I suppose so.  I have a preference for my own kind, but this doesn’t mean that I think my race is objectively superior or that I have any hostility to members of other races.  It’s just like any other form of love or loyalty.  It’s fundamentally a positive thing–an affirmation of one group, not a repudiation of others.  That’s where we differ, I think, from the race liberals, who think antagonism of outsiders is the essence of group identity, that e.g. Christianity is constituted, brought into being, by the hatred of Jews.  Christians and whites have been perhaps overly quick to concede fault in our relations with others, thinking that we were only renouncing something accidental and not, as the race liberals understood it, acknowledging the evil of our group’s essence.

Yet it must be admitted that certain facts give the liberal account its plausibility.  Even if rejecting outsiders is not the essence of a group, it does necessarily follow from that essence, as the will to repel foreign bodies subsists in any organism, and confrontation with outsiders will make a given identity more central to its holders’ consciousness.  And while one may love one’s people without thinking them superior, thinking one’s people superior is very common.  It is only we whites who have been taught to be ashamed of our ancestors.  Are you sure you are above all presumption of superiority?  Do you acknowledge any other peoples as superior to your own?

Of course.  It is completely evident that white Christians are inferior to the Jews.  Although they are a tiny minority, they have not only defeated us on the fields of law, culture and business, but by every measure deserved to defeat us.  They outclassed us in intelligence, creativity, determination, and courage.  I am embarrassed by my people’s poor showing–not having the wit to answer the Jews’ criticism or even the manliness to endure it–but they are still my people.

Do you think they are the Chosen People?

I want to, because a Christian must, and I wish I could be a Christian, but it is hard to believe God would choose as his own a people so objectively superior.  It would be more fitting for Him to choose a people with no objective merits, so that their elevation would be a greater glory to Him alone.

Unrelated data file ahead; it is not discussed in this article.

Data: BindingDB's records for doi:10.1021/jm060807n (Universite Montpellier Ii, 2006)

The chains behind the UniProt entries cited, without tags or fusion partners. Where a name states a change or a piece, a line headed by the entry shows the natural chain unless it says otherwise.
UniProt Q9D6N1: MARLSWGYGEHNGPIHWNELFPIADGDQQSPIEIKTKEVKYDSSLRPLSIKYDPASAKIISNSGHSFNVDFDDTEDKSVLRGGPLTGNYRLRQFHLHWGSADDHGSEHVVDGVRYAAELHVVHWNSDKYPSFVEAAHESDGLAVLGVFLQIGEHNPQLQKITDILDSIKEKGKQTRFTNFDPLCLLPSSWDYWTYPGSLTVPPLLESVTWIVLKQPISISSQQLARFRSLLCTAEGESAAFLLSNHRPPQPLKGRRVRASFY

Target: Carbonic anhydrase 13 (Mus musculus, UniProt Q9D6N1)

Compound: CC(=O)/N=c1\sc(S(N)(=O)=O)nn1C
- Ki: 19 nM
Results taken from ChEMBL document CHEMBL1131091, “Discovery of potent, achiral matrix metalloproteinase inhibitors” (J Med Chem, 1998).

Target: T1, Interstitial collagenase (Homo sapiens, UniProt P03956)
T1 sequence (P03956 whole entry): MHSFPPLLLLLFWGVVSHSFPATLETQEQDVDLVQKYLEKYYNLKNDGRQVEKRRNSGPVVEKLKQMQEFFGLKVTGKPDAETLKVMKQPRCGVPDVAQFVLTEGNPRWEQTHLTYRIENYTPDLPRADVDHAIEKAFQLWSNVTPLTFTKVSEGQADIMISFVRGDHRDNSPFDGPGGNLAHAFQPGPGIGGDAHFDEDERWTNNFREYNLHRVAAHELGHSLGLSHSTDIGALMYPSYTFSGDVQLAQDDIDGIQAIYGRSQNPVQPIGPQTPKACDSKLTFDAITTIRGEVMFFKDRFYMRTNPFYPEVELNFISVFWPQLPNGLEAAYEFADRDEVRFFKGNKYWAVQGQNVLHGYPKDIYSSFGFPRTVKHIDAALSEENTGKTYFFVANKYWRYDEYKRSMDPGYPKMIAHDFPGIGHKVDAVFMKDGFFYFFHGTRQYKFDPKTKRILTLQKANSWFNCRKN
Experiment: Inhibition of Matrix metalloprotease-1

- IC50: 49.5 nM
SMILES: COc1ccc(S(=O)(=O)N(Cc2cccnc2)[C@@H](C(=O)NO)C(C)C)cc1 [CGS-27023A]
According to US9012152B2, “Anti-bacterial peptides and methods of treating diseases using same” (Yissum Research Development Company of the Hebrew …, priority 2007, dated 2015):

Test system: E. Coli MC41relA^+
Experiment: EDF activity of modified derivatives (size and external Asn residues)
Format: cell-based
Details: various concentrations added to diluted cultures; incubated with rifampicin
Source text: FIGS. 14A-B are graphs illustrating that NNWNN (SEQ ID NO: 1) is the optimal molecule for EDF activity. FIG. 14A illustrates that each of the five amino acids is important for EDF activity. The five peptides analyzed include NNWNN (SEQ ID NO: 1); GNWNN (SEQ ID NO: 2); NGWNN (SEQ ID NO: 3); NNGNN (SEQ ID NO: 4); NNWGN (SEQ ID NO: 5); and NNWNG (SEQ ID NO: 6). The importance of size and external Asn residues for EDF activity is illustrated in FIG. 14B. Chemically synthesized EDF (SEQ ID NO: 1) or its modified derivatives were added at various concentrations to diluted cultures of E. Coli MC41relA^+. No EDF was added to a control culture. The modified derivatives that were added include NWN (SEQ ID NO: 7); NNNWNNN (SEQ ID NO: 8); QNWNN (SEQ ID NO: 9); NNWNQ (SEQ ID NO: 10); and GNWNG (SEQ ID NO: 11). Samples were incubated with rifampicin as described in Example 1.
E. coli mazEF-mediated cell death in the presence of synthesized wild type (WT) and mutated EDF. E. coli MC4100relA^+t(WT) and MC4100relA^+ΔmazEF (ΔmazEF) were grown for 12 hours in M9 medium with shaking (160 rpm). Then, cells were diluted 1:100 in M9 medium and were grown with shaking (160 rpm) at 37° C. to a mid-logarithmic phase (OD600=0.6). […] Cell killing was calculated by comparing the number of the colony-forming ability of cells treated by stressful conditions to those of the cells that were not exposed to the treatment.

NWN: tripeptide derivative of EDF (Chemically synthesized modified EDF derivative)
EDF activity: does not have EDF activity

The Jews’ Chosen-ness has become easier for me to believe since I stopped trying to be a Christian.  You haven’t yet mentioned the Jews’ most striking quality:  their righteousness.  Watch them amongst their Gentile hosts.  I wouldn’t have imagined such righteousness was possible in mere humans!  Pitiless and incurious, without sin and eager to cast stones.  No ancestors to defend (for they were all innocent, oppressed victims), no responsibility for the existing order, seized with the vision of Social Justice, in the light of which every natural, human arrangement is impure, obscene, wicked.  Terrifying it is to be under their gaze, these beings who seem not to share our smallness and frailty.

When you say “righteousness”, do you perhaps mean “self-righteousness”?  This is a vice, not a virtue, and hardly as unique to the Jews as you seem to imagine.  In fact, the hatred the Jews bear toward white Christian civilization is in no way exceptional.  Talk to a Hindu, a Muslim, or a South American, and you will hear the same sort of things:  that we are racist and selfish and responsible for all the world’s evil.  It’s just that Indians, Arabs, Persians, Indonesians, and Hispanics don’t dominate our media.  I think we, not the Jews, are the ones who are unique–unique in our ability to inspire moral condemnation.

No, I mean “righteous”, not “self-righteous”.  A self-righteous man without power is merely comical, but there is nothing comical about being condemned by the Social Justice of the Jews.  I am convinced their Social Justice really has a more than human origin.  One must admit that it is at least inhuman.  Paganism was man-made religion, and it built an ethics around what makes us happy:  families and exclusive groups–for you must admit that at its heart paganism is the love of small things–the drama of ritual and age roles and sex roles.  None can withstand the harsh light of Social Justice–all are unfair!  And yet, although it destroys these things we love, these things that make human flourishing possible, when confronted with Social Justice, we feel its moral force.  When confronted by a Jew saying “how dare you!” for clinging to some cherished little exclusion that brought happiness and functionality to generations, we feel not just fear, but shame.  Surely this is the encounter with a transcendent standard.  It doesn’t matter, for example, if taking women away from their children and putting them in offices in pants makes everyone miserable; Social Justice has a compelling force even when it offers nothing but itself.  Beyond the little things of paganism, there is some Big Thing that the Jews have discovered.  Why imagine It is benign, rather than hostile to the Gentile peoples, as the Jews themselves have tended to believe?  What terrifying Medusan Thing did Moses encounter, that to look It in the face is death?  The Jews found It holy, and so It is.  And later they did look it in the face, the face of Social Justice, and their frail humanity died, leaving a holy hatred for the small, warm, imperfect world of men.